Review: The Watchers, by Jon Steele

These are the hardest reviews for me to write (other than the reviews where I absolutely loved a book and just want to gush about it without any critical thoughts): when a book’s ideas were interesting, but the execution left something to be desired. This is the situation I find myself in with The Watchers, by Jon Steele. The idea of fallen angels roaming the Earth (who were the watchers the title alludes to) is a cool one, and a lot could have been done with the biblical Nephilim. However, The Watchers fell flat for me for several big reasons: the pacing, the characters, and the story-telling.

I’ll start with the good. Many of the twists were unexpected, and there were several mysteries whose resolutions I wasn’t able to guess. Once the plot kicks in, you will probably want to finish the story, even if just to figure out who Harper is, who the “bad shadows” are and what they’re after, etc. Also, the scenes with Katherine after she is kidnapped are genuinely scary. The novel was unafraid of getting dark, that’s for sure, which I appreciated. And like I said, the biblical lore is interesting enough to stand on its own.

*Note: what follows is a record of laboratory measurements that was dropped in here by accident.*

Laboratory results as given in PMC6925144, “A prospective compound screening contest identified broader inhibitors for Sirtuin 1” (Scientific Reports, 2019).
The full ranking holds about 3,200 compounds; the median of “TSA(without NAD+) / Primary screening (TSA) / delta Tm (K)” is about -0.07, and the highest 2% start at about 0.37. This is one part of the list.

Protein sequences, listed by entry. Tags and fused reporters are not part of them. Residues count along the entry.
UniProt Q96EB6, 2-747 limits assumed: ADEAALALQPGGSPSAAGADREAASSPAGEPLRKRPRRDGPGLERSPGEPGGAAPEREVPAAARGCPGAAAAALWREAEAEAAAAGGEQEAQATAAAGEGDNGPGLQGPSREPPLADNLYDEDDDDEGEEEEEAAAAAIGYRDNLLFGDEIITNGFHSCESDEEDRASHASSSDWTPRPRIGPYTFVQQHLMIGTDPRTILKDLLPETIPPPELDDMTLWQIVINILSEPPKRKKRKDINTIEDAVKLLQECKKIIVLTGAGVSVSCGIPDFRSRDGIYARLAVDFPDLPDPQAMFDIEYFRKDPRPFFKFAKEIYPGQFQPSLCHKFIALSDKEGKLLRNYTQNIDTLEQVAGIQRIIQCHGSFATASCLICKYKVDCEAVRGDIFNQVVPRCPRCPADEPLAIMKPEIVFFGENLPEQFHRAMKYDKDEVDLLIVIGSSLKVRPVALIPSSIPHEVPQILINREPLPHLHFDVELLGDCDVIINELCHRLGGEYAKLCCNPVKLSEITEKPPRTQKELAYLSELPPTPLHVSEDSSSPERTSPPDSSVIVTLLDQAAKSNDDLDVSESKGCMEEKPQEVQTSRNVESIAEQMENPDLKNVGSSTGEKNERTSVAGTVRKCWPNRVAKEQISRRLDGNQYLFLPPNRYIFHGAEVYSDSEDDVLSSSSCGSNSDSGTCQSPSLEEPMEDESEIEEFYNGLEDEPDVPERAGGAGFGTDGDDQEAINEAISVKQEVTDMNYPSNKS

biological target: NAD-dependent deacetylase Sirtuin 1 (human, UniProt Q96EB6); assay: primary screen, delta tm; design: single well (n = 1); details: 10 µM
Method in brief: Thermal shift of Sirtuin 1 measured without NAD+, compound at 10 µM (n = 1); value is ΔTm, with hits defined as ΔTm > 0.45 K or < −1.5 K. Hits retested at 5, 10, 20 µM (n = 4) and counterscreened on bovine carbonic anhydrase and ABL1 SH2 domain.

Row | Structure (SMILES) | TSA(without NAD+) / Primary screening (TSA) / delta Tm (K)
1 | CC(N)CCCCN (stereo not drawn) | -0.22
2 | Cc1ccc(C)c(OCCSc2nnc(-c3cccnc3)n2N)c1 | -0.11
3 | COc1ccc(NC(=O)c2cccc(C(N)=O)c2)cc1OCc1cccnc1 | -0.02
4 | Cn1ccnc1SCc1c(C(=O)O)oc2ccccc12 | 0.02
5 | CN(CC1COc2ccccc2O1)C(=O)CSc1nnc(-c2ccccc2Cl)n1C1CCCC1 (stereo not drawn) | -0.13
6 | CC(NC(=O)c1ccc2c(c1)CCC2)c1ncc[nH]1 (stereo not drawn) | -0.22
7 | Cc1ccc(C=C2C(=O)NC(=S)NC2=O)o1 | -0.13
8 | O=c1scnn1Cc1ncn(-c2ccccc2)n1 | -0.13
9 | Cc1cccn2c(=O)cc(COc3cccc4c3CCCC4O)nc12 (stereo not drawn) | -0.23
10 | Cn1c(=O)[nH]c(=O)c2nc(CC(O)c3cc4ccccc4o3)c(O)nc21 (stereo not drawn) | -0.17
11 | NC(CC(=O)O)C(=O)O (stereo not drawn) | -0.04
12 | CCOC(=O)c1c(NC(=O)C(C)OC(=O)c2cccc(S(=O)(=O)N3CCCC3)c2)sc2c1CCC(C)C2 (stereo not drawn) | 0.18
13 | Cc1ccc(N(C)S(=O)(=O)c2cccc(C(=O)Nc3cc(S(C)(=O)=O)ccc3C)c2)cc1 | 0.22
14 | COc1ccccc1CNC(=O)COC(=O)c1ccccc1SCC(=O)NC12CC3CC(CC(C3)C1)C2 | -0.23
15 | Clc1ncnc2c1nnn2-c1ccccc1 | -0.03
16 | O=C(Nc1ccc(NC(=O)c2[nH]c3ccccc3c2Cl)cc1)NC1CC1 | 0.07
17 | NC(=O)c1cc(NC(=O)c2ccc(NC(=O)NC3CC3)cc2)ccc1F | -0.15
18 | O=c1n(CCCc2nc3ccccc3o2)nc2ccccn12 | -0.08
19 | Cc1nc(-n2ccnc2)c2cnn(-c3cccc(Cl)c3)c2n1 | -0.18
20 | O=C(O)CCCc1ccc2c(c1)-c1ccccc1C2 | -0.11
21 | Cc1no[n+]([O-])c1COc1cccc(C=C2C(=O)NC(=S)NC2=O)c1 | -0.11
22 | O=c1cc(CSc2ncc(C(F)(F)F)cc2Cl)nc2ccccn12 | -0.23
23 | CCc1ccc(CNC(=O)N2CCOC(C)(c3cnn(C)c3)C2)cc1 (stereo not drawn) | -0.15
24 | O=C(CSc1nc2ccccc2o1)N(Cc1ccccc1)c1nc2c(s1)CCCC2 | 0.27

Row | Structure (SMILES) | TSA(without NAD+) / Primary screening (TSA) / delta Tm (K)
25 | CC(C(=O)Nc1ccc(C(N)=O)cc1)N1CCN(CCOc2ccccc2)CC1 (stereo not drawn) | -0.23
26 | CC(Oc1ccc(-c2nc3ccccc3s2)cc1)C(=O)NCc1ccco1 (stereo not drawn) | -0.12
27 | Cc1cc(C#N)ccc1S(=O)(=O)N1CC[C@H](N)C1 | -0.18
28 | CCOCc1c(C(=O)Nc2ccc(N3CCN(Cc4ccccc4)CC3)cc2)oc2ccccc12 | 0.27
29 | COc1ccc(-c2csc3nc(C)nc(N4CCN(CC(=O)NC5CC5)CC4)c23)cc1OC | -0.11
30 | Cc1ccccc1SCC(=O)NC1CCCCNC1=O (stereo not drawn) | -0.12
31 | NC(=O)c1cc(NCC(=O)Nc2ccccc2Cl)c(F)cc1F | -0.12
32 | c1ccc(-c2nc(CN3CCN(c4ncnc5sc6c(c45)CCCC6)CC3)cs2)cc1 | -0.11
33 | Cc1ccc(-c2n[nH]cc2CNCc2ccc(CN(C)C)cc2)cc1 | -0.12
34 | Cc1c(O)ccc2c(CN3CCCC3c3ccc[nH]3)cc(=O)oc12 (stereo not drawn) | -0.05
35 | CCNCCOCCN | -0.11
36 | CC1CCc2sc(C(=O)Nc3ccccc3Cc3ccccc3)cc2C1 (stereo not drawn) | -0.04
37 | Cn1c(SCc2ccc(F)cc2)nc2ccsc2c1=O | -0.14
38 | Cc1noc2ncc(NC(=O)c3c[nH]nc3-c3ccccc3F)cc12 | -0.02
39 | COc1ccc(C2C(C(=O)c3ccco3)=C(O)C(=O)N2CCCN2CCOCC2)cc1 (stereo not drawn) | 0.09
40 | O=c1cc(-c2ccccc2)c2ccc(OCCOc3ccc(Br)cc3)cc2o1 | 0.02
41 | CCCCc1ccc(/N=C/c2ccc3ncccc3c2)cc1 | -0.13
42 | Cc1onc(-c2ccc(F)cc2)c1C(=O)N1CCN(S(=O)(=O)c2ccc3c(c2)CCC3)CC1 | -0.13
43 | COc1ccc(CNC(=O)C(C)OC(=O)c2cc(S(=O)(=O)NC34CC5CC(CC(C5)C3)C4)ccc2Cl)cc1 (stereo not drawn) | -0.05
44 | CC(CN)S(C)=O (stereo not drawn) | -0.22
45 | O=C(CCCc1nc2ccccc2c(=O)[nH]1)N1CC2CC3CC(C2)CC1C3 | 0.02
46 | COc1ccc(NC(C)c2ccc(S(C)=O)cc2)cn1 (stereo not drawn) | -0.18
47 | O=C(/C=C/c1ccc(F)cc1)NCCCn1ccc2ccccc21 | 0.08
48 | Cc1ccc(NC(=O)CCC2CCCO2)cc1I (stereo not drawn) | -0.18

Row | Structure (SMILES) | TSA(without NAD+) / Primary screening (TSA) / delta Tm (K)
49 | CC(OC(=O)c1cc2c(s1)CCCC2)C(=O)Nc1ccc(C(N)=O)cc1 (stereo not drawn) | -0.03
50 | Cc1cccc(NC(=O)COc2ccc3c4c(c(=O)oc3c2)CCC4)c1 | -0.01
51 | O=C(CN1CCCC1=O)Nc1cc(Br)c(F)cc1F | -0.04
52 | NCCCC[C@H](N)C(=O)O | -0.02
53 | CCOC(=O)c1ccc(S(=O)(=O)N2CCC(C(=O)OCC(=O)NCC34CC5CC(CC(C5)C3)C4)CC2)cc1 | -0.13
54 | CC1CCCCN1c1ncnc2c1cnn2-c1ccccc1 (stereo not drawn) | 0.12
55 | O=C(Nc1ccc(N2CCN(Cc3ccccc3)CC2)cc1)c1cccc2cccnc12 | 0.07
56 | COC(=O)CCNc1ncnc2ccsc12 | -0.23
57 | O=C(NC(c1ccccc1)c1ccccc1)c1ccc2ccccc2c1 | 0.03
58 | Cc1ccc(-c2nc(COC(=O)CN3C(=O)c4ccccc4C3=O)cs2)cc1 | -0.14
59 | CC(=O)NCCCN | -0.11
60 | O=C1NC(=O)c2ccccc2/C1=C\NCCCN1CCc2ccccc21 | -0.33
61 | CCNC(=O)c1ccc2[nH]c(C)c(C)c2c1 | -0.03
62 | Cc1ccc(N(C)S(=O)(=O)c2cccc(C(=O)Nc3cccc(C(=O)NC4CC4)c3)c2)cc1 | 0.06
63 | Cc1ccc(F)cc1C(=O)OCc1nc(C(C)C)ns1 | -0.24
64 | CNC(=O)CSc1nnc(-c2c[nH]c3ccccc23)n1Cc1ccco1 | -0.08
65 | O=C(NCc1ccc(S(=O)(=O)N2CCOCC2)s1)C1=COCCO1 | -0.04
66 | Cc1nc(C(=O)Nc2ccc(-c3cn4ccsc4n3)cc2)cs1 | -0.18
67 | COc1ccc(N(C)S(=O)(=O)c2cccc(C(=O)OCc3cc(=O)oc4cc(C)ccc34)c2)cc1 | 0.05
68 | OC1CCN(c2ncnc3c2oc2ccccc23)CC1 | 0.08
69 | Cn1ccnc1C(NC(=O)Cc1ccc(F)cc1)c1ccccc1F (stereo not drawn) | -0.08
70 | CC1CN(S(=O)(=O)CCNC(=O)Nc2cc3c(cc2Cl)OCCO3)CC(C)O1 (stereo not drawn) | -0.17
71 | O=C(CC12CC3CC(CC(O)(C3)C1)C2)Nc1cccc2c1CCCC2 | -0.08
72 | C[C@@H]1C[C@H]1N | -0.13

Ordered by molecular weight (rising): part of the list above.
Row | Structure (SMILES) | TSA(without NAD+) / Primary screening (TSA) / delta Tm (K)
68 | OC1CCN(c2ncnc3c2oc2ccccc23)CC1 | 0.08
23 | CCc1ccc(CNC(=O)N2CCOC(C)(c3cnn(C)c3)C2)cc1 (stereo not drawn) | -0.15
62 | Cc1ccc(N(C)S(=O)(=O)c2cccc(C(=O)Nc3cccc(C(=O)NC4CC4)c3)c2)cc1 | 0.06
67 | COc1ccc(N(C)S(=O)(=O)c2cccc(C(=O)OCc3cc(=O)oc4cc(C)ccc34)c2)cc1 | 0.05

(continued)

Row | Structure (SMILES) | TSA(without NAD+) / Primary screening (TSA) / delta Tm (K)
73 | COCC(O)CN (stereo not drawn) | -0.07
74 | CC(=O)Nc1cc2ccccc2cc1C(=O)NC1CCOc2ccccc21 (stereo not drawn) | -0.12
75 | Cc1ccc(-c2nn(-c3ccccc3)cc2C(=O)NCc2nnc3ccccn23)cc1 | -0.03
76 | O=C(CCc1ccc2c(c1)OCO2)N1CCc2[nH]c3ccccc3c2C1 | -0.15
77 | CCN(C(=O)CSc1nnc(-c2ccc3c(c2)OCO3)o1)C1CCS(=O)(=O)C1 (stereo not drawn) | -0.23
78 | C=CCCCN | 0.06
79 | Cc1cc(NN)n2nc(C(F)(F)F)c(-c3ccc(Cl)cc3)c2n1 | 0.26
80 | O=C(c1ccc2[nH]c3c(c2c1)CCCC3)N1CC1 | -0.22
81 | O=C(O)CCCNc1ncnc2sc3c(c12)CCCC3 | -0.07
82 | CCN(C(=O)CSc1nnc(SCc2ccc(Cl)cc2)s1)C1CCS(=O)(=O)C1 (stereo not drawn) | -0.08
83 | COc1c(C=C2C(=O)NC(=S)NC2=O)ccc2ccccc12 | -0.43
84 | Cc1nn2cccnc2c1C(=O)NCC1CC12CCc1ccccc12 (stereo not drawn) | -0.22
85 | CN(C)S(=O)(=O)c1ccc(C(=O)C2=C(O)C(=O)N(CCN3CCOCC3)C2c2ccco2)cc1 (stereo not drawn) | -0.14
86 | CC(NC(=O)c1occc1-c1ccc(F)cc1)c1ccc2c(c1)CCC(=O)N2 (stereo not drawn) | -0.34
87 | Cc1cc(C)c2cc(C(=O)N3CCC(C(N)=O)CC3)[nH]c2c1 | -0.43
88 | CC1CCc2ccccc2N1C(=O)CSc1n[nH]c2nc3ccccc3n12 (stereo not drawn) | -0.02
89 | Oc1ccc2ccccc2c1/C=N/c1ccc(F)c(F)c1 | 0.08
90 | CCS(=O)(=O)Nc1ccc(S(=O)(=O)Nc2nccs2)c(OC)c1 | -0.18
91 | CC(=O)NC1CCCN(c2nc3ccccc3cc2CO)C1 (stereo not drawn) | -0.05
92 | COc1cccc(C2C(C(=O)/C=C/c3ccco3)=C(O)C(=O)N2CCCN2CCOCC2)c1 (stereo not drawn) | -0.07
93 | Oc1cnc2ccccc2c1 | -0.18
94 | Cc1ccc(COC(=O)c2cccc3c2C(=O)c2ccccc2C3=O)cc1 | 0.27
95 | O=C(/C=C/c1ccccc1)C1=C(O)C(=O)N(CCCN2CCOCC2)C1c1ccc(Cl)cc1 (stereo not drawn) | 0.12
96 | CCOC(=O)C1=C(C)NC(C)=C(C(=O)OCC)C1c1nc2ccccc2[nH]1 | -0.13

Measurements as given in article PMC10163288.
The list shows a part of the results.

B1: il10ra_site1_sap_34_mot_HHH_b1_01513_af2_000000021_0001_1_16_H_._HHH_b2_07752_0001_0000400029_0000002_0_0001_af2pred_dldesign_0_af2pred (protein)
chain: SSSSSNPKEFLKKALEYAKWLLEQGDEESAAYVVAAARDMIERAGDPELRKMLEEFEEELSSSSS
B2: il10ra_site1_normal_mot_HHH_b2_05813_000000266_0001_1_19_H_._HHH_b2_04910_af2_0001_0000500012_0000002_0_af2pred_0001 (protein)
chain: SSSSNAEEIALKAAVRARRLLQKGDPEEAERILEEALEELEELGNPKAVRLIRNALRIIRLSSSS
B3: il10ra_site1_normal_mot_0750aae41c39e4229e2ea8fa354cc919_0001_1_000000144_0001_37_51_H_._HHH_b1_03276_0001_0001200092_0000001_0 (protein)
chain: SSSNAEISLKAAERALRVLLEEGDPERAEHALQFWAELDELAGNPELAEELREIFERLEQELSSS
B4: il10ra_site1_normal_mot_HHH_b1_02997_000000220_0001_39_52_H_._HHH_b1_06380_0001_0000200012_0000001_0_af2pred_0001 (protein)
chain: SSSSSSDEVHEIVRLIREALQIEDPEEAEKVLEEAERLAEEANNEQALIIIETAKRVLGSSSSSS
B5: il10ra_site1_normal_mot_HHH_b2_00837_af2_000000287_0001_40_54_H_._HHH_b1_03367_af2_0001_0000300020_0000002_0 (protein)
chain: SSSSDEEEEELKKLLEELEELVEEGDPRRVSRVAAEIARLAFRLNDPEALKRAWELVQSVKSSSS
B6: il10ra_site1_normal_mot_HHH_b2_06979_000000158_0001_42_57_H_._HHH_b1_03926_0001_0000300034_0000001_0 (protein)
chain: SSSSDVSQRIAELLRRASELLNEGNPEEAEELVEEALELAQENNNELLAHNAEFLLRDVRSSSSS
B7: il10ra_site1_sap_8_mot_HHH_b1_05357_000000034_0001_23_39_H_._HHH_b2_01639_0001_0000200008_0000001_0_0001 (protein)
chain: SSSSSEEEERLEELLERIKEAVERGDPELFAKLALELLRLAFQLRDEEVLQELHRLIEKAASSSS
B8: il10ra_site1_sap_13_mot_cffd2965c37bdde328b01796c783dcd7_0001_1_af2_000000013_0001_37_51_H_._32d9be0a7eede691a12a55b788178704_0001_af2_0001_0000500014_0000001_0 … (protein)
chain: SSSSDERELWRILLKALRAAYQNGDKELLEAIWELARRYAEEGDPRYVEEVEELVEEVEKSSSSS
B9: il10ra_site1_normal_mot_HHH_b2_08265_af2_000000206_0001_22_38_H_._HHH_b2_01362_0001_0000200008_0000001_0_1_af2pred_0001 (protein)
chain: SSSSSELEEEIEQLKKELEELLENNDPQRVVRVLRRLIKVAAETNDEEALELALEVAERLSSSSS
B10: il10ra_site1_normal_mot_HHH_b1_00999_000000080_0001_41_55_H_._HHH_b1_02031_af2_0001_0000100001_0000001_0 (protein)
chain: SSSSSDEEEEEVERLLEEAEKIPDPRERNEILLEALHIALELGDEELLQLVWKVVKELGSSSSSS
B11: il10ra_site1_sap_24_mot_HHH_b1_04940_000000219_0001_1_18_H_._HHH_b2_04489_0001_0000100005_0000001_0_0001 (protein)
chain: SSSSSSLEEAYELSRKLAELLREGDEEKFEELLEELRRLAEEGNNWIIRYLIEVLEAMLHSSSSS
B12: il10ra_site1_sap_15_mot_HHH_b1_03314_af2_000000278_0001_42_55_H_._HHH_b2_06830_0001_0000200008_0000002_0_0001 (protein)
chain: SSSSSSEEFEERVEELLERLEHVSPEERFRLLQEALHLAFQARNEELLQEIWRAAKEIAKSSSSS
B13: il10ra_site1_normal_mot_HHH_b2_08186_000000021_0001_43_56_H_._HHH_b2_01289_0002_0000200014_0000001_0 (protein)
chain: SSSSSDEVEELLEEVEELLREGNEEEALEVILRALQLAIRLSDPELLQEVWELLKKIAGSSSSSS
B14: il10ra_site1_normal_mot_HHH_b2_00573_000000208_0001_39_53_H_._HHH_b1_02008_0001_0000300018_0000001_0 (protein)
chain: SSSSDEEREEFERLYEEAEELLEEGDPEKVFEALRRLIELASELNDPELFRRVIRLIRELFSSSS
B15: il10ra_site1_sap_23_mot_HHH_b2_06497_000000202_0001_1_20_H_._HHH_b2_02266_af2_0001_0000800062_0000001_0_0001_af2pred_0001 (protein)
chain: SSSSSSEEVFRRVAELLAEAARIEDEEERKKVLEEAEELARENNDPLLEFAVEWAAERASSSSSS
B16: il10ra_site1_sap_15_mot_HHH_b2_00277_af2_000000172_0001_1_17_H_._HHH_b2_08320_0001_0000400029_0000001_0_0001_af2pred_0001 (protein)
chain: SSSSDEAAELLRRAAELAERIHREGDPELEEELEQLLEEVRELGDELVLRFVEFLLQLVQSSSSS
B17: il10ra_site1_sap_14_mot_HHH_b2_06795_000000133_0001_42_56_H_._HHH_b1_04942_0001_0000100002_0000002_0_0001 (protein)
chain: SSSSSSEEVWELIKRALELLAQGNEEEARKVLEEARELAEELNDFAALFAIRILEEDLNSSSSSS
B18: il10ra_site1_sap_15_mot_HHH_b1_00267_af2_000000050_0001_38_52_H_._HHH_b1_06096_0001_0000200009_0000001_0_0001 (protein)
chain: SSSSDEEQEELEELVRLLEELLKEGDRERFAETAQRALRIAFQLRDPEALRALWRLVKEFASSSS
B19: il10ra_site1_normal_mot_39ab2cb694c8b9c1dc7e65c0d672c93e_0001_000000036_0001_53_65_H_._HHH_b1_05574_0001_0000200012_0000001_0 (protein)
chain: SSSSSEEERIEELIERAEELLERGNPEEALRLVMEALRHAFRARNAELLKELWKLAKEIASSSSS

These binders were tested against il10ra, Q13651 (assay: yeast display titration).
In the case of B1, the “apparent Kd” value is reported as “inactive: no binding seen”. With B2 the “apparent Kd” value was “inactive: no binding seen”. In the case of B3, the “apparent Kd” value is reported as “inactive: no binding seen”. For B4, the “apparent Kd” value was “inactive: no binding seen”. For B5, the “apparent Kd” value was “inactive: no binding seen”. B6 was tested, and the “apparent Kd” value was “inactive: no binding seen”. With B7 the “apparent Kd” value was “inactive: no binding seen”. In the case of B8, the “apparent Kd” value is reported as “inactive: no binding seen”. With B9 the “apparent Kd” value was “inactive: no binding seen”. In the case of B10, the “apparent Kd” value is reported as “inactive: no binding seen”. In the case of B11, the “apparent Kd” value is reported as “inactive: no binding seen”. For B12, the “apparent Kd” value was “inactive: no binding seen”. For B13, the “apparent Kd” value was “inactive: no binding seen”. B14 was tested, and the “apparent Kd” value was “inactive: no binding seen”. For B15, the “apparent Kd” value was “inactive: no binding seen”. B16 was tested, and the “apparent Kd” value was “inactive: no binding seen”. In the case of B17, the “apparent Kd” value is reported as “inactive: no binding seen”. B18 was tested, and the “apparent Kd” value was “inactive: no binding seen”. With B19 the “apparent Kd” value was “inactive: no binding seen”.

“The angel has come to Lausanne Cathedreal, Rochat, just like Maman said.”

Now for the bad and the ugly:

The first 200 to 300 pages are excruciatingly slow, as we are introduced to our main characters of Harper, Katherine, and Marc through largely-unconnected vignettes. As the plot finally begins to unfold, the pace then switches back and forth between “frenetic” and “glacial.” It was…disconcerting. Each time I began a new chapter, I would wonder if I could skim it or if this would suddenly be the paragraph where a twist or plot point was unveiled. I think if those first few hundred pages had been pared down, the actual plot would have been given some more urgency, as well as space to expand. As it stands, the pacing is just too disjointed to allow the thriller this book wants to be take hold.

As for the characters: Katherine was completely useless, there to be a pawn/damsel-in-distress/excuse to write in sex scenes/allegory for Mary Magdelene. She is meant to undergo a sort of transformation as the book proceeds, from a selfish, silly young woman to someone more thoughtful and mature. The problem was, I didn’t really believe it, or her as a character. Whatever characterization she is given is about as deep as a puddle. Harper was…eh. Technically our hero, but surprisingly low on the heroics and instead more consistent on a) getting beaten within an inch of his life, b) lagging a step behind the major good/evil forces, and c) cursing at people who can help him/have more knowledge than he does. Amnesiac detectives can be written well, but I felt as little connection with him as I did with Katherine.